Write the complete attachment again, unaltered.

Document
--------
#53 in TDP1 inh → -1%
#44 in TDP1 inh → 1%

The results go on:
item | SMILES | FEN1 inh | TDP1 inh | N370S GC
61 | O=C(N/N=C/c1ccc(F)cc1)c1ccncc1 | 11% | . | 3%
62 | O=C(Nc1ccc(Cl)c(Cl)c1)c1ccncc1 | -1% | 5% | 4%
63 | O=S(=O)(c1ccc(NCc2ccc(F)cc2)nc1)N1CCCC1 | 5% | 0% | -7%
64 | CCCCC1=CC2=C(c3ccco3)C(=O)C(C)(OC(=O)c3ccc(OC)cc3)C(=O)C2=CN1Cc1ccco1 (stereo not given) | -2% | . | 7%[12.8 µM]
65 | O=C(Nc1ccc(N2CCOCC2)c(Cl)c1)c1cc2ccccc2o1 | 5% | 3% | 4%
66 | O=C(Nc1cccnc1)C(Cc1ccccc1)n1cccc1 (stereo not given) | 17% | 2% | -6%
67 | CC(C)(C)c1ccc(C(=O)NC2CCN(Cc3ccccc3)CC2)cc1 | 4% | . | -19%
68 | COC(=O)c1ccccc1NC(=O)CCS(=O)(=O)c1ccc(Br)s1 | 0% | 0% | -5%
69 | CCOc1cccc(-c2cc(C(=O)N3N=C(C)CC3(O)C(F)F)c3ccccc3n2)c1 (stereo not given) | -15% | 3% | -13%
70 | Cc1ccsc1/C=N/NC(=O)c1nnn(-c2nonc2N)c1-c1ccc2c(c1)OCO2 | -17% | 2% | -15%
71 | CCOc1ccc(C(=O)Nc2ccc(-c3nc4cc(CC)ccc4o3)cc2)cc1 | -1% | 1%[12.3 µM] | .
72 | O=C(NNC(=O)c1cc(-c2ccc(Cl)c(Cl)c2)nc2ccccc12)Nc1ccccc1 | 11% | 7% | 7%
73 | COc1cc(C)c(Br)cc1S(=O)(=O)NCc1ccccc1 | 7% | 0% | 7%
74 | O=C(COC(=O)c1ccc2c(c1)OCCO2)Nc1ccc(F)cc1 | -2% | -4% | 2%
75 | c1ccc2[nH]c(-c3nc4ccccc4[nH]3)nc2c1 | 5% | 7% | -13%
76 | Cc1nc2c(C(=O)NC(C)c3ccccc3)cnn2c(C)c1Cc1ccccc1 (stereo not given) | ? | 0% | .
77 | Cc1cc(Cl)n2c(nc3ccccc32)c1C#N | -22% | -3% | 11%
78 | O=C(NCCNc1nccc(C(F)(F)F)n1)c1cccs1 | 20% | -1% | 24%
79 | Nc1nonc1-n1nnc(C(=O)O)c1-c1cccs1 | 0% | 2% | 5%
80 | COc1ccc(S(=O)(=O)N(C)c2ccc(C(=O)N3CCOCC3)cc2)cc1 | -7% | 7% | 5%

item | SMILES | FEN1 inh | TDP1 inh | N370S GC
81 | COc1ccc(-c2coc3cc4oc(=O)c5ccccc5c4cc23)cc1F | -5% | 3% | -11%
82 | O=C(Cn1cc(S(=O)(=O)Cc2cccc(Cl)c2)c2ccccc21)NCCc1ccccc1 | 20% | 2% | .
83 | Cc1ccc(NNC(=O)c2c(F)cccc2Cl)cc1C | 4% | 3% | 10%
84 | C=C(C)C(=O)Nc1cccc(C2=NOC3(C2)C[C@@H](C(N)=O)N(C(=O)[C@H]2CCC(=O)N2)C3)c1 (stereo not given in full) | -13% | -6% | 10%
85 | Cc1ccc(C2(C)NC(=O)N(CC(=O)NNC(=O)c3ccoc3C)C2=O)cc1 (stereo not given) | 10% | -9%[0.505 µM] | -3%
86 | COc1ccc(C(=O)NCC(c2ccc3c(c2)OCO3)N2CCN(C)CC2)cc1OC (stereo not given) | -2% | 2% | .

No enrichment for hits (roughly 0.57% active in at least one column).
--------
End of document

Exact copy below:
#53 in TDP1 inh → -1%
#44 in TDP1 inh → 1%

The results go on:
item | SMILES | FEN1 inh | TDP1 inh | N370S GC
61 | O=C(N/N=C/c1ccc(F)cc1)c1ccncc1 | 11% | . | 3%
62 | O=C(Nc1ccc(Cl)c(Cl)c1)c1ccncc1 | -1% | 5% | 4%
63 | O=S(=O)(c1ccc(NCc2ccc(F)cc2)nc1)N1CCCC1 | 5% | 0% | -7%
64 | CCCCC1=CC2=C(c3ccco3)C(=O)C(C)(OC(=O)c3ccc(OC)cc3)C(=O)C2=CN1Cc1ccco1 (stereo not given) | -2% | . | 7%[12.8 µM]
65 | O=C(Nc1ccc(N2CCOCC2)c(Cl)c1)c1cc2ccccc2o1 | 5% | 3% | 4%
66 | O=C(Nc1cccnc1)C(Cc1ccccc1)n1cccc1 (stereo not given) | 17% | 2% | -6%
67 | CC(C)(C)c1ccc(C(=O)NC2CCN(Cc3ccccc3)CC2)cc1 | 4% | . | -19%
68 | COC(=O)c1ccccc1NC(=O)CCS(=O)(=O)c1ccc(Br)s1 | 0% | 0% | -5%
69 | CCOc1cccc(-c2cc(C(=O)N3N=C(C)CC3(O)C(F)F)c3ccccc3n2)c1 (stereo not given) | -15% | 3% | -13%
70 | Cc1ccsc1/C=N/NC(=O)c1nnn(-c2nonc2N)c1-c1ccc2c(c1)OCO2 | -17% | 2% | -15%
71 | CCOc1ccc(C(=O)Nc2ccc(-c3nc4cc(CC)ccc4o3)cc2)cc1 | -1% | 1%[12.3 µM] | .
72 | O=C(NNC(=O)c1cc(-c2ccc(Cl)c(Cl)c2)nc2ccccc12)Nc1ccccc1 | 11% | 7% | 7%
73 | COc1cc(C)c(Br)cc1S(=O)(=O)NCc1ccccc1 | 7% | 0% | 7%
74 | O=C(COC(=O)c1ccc2c(c1)OCCO2)Nc1ccc(F)cc1 | -2% | -4% | 2%
75 | c1ccc2[nH]c(-c3nc4ccccc4[nH]3)nc2c1 | 5% | 7% | -13%
76 | Cc1nc2c(C(=O)NC(C)c3ccccc3)cnn2c(C)c1Cc1ccccc1 (stereo not given) | ? | 0% | .
77 | Cc1cc(Cl)n2c(nc3ccccc32)c1C#N | -22% | -3% | 11%
78 | O=C(NCCNc1nccc(C(F)(F)F)n1)c1cccs1 | 20% | -1% | 24%
79 | Nc1nonc1-n1nnc(C(=O)O)c1-c1cccs1 | 0% | 2% | 5%
80 | COc1ccc(S(=O)(=O)N(C)c2ccc(C(=O)N3CCOCC3)cc2)cc1 | -7% | 7% | 5%

item | SMILES | FEN1 inh | TDP1 inh | N370S GC
81 | COc1ccc(-c2coc3cc4oc(=O)c5ccccc5c4cc23)cc1F | -5% | 3% | -11%
82 | O=C(Cn1cc(S(=O)(=O)Cc2cccc(Cl)c2)c2ccccc21)NCCc1ccccc1 | 20% | 2% | .
83 | Cc1ccc(NNC(=O)c2c(F)cccc2Cl)cc1C | 4% | 3% | 10%
84 | C=C(C)C(=O)Nc1cccc(C2=NOC3(C2)C[C@@H](C(N)=O)N(C(=O)[C@H]2CCC(=O)N2)C3)c1 (stereo not given in full) | -13% | -6% | 10%
85 | Cc1ccc(C2(C)NC(=O)N(CC(=O)NNC(=O)c3ccoc3C)C2=O)cc1 (stereo not given) | 10% | -9%[0.505 µM] | -3%
86 | COc1ccc(C(=O)NCC(c2ccc3c(c2)OCO3)N2CCN(C)CC2)cc1OC (stereo not given) | -2% | 2% | .

No enrichment for hits (roughly 0.57% active in at least one column).